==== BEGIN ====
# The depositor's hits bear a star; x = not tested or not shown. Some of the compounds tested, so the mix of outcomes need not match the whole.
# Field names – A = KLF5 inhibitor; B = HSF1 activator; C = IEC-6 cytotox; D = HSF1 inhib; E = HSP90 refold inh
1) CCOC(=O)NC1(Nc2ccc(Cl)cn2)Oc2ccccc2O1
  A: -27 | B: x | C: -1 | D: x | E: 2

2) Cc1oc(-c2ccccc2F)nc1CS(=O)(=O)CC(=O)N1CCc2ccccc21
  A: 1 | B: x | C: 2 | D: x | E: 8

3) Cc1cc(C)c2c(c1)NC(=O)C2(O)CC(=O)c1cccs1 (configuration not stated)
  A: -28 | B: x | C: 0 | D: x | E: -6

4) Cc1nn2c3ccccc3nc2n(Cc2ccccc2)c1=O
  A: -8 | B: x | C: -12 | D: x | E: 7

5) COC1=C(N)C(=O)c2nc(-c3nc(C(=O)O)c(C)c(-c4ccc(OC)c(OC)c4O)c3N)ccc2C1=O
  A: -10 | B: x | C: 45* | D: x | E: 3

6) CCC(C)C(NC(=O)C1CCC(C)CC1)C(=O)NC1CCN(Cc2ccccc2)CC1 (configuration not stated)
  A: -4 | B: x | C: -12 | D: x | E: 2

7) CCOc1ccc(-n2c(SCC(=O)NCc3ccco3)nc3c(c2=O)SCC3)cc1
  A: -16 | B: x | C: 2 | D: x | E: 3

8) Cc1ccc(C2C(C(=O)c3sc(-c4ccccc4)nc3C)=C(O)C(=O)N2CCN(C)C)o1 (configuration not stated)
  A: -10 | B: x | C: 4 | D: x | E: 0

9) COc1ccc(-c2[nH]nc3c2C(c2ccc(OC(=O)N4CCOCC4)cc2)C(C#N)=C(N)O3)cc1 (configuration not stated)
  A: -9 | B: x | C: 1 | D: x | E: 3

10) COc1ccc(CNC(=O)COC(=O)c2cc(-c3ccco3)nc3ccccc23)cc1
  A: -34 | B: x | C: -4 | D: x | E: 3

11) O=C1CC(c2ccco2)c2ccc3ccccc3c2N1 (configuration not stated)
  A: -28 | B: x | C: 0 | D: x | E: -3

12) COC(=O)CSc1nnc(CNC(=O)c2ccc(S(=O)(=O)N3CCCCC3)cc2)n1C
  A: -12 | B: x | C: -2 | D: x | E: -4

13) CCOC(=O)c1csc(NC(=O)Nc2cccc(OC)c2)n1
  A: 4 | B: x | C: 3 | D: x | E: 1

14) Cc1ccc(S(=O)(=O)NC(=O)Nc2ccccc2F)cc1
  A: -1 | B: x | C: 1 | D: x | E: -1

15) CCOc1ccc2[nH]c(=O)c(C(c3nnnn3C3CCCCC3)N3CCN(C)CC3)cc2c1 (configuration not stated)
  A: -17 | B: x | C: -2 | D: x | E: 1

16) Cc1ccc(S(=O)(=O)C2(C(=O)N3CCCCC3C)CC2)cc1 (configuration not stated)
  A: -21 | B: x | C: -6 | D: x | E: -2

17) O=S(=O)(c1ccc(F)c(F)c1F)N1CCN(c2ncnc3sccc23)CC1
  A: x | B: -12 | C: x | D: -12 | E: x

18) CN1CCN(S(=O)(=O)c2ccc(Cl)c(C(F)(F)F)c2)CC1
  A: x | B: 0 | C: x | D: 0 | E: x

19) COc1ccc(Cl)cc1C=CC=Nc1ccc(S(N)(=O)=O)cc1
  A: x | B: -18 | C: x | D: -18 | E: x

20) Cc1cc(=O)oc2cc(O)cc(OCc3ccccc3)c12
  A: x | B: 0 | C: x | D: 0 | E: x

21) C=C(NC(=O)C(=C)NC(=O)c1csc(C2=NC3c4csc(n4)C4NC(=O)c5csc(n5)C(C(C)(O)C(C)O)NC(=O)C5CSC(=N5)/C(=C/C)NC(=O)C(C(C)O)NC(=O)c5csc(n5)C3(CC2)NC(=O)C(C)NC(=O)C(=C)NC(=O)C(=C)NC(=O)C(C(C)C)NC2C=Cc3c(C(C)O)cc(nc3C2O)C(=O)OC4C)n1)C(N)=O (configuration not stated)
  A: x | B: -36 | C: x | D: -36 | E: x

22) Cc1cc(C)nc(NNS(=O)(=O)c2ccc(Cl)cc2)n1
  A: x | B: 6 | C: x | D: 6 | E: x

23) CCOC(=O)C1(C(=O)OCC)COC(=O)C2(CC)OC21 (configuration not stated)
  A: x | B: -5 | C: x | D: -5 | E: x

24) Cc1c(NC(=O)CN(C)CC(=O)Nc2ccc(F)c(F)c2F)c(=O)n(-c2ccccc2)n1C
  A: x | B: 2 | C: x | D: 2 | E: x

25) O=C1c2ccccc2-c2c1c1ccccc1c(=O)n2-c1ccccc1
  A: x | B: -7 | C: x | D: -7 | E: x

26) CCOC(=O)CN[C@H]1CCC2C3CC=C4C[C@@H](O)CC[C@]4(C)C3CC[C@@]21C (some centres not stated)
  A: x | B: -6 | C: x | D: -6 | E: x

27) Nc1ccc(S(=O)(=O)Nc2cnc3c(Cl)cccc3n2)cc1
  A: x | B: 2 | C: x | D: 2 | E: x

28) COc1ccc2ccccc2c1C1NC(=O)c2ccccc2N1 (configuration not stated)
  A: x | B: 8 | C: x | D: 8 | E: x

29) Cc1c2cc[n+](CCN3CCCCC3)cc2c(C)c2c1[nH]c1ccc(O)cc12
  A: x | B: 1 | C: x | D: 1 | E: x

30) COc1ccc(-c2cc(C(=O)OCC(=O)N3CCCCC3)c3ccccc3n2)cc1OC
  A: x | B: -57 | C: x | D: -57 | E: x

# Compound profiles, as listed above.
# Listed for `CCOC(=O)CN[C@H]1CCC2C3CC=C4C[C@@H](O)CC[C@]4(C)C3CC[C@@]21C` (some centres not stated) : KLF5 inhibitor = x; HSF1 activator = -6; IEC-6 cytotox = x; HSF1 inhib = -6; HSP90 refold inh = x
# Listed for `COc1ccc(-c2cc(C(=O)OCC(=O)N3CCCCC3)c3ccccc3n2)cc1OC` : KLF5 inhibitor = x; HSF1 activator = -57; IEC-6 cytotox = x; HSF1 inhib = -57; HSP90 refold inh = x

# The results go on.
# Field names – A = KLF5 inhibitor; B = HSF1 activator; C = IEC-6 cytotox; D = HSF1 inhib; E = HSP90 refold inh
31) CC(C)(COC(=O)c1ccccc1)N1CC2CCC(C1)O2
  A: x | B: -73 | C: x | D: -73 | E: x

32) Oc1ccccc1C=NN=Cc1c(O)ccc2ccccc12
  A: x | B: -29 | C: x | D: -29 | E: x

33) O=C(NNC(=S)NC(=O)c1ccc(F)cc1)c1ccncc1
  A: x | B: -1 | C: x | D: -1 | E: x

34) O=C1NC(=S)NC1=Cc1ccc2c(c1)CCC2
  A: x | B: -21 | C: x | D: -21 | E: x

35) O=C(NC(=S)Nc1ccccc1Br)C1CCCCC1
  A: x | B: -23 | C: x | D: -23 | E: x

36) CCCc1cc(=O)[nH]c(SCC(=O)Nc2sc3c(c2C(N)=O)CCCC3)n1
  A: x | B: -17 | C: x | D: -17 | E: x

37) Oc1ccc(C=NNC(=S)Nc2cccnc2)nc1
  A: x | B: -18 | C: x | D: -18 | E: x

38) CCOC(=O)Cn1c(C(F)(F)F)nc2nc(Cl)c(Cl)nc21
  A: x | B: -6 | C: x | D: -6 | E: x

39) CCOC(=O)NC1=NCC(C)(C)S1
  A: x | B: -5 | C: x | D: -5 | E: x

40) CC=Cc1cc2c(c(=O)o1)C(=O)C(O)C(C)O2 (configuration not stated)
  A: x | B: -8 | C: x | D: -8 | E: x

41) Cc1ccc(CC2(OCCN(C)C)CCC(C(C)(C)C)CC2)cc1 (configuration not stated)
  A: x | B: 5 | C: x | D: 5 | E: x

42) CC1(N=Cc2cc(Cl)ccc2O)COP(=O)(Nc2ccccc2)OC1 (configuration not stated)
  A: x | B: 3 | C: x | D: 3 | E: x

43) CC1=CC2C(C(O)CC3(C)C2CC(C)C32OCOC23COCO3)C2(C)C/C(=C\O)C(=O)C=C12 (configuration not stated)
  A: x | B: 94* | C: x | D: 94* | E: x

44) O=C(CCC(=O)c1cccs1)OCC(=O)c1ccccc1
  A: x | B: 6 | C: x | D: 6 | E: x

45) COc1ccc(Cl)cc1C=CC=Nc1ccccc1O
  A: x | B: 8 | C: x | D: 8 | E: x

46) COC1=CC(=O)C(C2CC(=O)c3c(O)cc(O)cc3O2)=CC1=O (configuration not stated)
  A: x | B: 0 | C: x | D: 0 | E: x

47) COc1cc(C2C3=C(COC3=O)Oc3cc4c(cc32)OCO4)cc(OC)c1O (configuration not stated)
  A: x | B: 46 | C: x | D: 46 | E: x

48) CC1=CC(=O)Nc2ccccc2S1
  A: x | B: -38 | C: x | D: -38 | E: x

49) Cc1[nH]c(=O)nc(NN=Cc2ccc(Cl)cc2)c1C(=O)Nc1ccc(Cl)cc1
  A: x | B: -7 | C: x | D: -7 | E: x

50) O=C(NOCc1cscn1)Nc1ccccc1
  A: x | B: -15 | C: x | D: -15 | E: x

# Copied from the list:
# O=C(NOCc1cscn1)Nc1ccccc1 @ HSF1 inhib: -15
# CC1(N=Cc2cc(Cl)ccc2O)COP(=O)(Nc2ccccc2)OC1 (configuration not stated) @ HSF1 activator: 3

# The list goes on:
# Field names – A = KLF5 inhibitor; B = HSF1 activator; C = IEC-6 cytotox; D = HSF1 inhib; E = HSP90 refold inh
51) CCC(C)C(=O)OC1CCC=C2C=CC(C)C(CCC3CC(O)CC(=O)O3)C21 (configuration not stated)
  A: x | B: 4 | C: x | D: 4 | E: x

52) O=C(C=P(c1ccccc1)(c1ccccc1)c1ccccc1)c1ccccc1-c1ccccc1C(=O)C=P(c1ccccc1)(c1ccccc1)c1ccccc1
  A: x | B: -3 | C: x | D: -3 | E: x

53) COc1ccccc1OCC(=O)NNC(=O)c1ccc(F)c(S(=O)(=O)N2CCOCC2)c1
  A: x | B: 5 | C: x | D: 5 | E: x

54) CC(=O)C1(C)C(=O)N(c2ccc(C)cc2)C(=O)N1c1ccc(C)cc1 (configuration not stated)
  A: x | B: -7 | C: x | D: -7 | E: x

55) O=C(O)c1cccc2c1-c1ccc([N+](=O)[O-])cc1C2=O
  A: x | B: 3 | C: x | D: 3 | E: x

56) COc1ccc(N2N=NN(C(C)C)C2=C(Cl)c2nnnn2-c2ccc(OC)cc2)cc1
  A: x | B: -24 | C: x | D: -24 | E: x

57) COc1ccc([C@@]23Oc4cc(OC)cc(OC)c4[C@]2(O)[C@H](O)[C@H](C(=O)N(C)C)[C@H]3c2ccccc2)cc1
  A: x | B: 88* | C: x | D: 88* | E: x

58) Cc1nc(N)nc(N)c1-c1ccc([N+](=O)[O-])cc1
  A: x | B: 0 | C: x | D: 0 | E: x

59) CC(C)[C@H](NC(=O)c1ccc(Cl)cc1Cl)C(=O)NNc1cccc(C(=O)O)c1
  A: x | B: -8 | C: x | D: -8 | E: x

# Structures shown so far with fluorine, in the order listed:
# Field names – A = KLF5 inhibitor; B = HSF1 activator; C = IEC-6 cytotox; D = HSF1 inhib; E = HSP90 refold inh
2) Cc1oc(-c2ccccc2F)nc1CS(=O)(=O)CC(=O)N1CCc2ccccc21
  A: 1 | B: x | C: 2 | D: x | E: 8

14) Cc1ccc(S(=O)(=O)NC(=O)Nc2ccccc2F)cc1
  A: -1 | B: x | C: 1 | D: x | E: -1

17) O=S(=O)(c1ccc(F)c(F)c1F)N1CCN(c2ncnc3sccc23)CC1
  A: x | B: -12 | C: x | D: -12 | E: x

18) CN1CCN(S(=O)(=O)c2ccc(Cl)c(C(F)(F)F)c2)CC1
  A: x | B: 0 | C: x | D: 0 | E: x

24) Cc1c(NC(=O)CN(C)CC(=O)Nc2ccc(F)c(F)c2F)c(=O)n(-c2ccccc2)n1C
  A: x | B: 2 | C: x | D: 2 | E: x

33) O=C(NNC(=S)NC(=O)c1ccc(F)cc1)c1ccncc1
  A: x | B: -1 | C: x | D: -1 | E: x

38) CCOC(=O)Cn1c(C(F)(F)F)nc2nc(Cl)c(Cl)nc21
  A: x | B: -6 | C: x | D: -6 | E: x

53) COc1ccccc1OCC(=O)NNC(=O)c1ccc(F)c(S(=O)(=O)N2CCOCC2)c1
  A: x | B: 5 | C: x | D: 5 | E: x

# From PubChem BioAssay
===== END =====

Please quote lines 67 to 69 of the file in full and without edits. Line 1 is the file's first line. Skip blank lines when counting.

# Field names – A = KLF5 inhibitor; B = HSF1 activator; C = IEC-6 cytotox; D = HSF1 inhib; E = HSP90 refold inh
31) CC(C)(COC(=O)c1ccccc1)N1CC2CCC(C1)O2
  A: x | B: -73 | C: x | D: -73 | E: x